So there I was, fully capitulated to my addiction. I guess you could say we were in a monogamist relationship; I had no time or desire for anything or anyone else. I was living in a one-dimensional world that revolved around satisfying my eating disorder. I gave into every urge without hesitation. My eating disorder took on the normalcy and priority of taking shower—it's just something I had to make time for in my day. What I couldn't seem to find time for was my family, my friends, my hobbies, self-care, my education or anything else that brought joy and meaning to my life. And even when I was with my family or friends, I was never present. My mind was always fixated on the food that was in the room and whether or not I was going to completely refrain from eating anything, or stealthily binge on all of it. And if I chose to binge, then my next preoccupation was how am I going to get away from everyone so that I could throw it all up. ED stole all of my time, energy, and thoughts.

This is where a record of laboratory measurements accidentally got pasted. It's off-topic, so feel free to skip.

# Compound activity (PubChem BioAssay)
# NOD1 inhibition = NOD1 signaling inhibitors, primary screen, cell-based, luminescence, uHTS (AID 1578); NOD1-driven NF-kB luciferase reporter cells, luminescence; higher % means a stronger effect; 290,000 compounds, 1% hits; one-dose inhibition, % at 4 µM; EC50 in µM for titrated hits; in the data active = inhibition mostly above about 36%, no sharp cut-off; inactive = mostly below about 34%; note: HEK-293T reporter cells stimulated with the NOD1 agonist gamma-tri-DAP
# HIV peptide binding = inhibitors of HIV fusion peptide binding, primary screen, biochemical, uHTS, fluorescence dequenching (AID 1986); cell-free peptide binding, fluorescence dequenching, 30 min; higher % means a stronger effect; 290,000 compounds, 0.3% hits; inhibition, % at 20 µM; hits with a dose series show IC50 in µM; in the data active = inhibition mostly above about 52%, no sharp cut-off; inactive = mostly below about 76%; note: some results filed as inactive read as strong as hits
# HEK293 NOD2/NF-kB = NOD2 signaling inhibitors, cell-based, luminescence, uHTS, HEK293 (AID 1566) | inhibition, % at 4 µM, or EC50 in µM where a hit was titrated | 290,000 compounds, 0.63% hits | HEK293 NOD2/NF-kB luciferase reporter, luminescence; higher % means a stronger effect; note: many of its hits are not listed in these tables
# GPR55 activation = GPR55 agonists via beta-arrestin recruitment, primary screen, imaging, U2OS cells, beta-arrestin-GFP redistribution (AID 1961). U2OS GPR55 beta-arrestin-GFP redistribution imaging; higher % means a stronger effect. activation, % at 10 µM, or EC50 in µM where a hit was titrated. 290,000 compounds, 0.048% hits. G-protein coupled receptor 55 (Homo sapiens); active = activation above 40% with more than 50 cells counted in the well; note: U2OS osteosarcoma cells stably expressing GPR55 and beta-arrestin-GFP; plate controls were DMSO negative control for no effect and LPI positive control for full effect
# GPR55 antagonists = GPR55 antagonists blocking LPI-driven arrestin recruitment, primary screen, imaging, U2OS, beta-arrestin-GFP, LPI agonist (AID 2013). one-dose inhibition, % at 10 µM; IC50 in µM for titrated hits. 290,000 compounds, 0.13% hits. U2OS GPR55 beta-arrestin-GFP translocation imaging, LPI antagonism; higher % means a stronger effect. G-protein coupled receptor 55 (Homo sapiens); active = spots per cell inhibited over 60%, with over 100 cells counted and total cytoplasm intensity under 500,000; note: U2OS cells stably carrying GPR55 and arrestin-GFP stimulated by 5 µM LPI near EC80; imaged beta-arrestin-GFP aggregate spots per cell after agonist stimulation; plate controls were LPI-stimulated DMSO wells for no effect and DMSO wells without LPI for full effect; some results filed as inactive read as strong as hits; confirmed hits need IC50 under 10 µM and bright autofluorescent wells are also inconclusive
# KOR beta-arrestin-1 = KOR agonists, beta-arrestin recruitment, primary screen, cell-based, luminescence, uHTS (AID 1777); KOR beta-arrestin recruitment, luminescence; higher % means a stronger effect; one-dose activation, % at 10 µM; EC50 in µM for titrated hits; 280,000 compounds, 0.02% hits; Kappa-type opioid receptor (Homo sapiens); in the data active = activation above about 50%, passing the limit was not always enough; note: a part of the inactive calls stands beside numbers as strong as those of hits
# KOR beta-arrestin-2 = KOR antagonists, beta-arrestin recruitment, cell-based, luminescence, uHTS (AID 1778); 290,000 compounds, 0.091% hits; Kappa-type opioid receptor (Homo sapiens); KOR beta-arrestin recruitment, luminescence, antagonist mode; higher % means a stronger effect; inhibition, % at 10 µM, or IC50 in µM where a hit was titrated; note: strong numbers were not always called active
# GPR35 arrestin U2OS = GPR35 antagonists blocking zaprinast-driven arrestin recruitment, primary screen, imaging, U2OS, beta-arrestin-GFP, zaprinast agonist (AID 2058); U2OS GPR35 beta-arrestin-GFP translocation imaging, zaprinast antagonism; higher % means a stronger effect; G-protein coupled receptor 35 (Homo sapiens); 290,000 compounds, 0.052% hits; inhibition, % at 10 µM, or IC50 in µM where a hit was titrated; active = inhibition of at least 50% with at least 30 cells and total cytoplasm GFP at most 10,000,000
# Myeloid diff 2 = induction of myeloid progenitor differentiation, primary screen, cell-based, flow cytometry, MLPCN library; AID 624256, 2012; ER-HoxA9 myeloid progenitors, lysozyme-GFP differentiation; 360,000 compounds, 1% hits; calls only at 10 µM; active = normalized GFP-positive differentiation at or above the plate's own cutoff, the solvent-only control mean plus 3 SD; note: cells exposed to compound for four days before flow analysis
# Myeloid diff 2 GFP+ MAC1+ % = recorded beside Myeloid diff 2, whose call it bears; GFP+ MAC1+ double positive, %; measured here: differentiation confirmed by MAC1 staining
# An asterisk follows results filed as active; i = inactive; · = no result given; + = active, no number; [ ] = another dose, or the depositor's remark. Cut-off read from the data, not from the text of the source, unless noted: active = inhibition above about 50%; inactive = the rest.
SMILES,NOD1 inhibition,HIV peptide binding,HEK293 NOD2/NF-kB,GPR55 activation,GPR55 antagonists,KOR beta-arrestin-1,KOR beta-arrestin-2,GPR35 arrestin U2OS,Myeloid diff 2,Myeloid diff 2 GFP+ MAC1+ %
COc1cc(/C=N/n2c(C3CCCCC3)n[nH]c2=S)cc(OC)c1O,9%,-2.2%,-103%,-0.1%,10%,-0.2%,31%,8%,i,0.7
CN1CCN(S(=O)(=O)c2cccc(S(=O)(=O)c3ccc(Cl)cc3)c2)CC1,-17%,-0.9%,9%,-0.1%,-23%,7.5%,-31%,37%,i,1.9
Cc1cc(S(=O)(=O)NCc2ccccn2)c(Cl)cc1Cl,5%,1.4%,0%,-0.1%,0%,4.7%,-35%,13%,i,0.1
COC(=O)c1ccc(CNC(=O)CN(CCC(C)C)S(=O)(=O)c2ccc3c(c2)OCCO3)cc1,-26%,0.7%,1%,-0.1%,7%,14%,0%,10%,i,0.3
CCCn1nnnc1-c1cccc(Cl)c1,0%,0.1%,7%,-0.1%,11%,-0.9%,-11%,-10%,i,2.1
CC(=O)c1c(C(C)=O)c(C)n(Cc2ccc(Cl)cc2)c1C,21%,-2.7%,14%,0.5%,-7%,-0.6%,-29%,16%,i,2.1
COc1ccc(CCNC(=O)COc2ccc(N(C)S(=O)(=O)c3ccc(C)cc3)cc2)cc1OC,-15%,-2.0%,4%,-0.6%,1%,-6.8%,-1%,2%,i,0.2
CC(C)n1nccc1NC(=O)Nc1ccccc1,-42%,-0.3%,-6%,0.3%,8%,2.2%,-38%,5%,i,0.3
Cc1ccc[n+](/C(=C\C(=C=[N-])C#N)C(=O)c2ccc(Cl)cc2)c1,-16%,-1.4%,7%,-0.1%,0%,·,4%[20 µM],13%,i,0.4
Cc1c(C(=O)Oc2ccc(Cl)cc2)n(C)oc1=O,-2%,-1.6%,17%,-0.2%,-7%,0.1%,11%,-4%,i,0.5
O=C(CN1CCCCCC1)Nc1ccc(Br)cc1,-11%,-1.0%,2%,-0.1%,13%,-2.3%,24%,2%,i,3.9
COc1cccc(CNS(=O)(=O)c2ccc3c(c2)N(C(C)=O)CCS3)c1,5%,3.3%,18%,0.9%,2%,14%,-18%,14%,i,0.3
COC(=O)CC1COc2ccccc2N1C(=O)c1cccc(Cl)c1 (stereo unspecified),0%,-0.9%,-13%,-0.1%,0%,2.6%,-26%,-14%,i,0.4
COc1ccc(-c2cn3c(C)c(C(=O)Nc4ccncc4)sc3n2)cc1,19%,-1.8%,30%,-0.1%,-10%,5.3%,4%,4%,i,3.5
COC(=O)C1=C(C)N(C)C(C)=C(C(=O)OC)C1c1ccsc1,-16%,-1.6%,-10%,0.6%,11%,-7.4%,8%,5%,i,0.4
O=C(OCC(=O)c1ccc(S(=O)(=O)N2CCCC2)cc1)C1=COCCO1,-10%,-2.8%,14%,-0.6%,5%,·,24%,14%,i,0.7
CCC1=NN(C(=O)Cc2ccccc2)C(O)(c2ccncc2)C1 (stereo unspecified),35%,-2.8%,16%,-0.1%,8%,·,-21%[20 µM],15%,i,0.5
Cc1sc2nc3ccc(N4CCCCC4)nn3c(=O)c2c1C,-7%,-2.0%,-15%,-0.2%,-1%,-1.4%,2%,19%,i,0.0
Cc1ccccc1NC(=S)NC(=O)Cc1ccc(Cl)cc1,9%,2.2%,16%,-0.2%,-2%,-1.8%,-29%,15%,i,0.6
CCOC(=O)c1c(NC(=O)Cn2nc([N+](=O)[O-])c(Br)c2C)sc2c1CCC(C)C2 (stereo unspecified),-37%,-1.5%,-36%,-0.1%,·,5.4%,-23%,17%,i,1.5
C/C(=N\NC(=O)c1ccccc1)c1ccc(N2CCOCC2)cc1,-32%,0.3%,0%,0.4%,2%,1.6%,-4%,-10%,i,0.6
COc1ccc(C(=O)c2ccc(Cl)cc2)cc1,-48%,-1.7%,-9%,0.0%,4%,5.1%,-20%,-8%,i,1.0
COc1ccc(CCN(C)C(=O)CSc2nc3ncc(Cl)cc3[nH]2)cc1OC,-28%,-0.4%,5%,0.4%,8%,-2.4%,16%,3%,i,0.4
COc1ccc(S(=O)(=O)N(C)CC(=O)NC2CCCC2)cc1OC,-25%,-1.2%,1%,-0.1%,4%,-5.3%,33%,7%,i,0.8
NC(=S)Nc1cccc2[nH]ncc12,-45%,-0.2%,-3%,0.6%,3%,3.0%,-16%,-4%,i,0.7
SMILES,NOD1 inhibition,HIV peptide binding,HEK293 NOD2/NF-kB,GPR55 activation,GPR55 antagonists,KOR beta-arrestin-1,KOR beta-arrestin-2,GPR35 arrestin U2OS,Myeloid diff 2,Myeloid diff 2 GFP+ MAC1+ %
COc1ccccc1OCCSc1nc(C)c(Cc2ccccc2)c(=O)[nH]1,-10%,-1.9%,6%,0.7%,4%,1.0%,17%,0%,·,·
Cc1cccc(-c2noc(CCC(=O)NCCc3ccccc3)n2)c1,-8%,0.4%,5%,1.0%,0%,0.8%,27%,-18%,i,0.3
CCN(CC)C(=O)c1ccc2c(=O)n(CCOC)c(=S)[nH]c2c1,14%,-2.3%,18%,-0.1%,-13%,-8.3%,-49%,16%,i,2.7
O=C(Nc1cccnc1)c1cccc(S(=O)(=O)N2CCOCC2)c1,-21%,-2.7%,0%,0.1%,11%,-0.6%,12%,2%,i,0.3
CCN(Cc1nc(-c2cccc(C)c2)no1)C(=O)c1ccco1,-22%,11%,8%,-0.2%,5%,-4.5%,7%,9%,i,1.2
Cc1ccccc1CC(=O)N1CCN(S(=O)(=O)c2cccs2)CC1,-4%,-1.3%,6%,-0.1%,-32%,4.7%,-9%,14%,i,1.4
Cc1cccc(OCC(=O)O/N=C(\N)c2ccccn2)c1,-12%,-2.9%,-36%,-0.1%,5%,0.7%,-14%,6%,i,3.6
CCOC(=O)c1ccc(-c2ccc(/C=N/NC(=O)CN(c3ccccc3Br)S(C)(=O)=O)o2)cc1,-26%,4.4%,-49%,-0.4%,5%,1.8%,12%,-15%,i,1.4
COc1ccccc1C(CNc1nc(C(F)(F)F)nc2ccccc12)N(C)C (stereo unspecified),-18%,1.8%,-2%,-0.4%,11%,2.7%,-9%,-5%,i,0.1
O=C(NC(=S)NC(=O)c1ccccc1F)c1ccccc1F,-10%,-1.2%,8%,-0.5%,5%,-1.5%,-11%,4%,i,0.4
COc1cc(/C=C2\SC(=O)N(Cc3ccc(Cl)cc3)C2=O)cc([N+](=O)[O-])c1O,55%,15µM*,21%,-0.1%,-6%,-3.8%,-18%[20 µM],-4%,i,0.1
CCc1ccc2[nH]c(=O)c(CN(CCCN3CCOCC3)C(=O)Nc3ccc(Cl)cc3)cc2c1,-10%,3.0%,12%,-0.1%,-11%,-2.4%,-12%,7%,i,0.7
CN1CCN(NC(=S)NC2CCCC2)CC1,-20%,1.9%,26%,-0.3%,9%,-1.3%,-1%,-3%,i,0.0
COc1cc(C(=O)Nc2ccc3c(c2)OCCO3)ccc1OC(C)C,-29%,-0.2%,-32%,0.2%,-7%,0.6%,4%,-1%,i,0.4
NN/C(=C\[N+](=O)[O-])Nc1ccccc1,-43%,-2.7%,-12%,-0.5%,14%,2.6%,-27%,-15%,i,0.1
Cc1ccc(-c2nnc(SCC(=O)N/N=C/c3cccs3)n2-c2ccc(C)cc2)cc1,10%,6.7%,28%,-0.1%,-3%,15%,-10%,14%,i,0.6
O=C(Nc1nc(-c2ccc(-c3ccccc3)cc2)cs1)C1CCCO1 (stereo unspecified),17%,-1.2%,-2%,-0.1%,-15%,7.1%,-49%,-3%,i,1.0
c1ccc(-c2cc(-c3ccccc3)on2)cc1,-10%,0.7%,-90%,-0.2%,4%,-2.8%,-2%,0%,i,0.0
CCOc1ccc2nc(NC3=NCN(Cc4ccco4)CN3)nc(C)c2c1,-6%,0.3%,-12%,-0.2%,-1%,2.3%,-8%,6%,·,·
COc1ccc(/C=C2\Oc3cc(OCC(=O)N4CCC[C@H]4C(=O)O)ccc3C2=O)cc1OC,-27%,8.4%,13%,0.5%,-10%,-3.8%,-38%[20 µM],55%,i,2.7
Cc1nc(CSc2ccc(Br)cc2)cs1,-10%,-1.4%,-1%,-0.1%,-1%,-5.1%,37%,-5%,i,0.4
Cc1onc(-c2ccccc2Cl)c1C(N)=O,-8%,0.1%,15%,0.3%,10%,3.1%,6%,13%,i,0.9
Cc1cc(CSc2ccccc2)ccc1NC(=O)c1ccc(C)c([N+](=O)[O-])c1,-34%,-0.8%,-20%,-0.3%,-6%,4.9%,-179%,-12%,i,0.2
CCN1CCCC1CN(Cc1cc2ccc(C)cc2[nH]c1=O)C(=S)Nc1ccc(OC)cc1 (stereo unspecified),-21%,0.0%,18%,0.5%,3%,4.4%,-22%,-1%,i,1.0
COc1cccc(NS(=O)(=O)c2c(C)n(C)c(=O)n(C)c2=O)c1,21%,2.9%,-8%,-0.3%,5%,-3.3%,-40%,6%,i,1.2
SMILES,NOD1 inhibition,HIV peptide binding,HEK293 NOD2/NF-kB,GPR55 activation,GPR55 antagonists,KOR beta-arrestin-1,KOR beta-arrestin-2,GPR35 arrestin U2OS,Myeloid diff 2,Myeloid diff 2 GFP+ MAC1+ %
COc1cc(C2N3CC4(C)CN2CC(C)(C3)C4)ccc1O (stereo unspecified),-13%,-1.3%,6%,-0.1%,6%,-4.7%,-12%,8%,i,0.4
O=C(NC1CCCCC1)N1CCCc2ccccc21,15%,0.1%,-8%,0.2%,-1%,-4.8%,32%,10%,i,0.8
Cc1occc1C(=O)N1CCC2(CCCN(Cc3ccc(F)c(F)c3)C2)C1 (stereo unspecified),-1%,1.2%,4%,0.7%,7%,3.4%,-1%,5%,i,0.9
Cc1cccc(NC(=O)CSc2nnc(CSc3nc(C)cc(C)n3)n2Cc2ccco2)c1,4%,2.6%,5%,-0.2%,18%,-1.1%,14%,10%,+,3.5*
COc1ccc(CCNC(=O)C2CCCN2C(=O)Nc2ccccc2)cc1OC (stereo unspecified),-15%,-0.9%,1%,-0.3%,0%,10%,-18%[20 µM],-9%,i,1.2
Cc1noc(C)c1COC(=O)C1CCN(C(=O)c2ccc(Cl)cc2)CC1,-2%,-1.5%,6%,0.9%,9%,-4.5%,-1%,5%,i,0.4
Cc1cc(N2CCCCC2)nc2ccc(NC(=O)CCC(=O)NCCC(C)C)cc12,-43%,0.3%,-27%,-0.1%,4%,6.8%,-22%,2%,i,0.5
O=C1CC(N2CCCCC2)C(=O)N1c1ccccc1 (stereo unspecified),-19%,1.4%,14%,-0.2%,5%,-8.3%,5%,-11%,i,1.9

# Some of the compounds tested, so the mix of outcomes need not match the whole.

After several months of willingly traveling through life shackled to the ball and chain of my eating disorder, I started to panic. Sure, I thought life was currently going just fine for me. I had a job that supplied me with money to support myself (and ED, that has costed me more than I'm willing to admit). I had top-of-the-line family and friends (none of which I saw much because ED was so demanding of my time). And I was healthy (though my doctor said it was only a matter of time before ED started taking an permanent toll on my life). Okay so maybe life wasn't going that well... and do you want to know what really had me worried? My future family. What kind of wife would I be with ED as my constant companion? My husband wouldn't just be marrying me, he would be marrying me and ED—a love triangle that no one should have to be a part of. What about my children? What kind mother would I be with a disorder that requires more attention than a newborn? If I had already become content with missing family gatherings and other important events just so I could appease ED, I can only imagine how easy it would be to miss my daughters' science fair or my son's piano performance. Or worst of all...what if I couldn't even keep my body healthy enough to create any children of my own?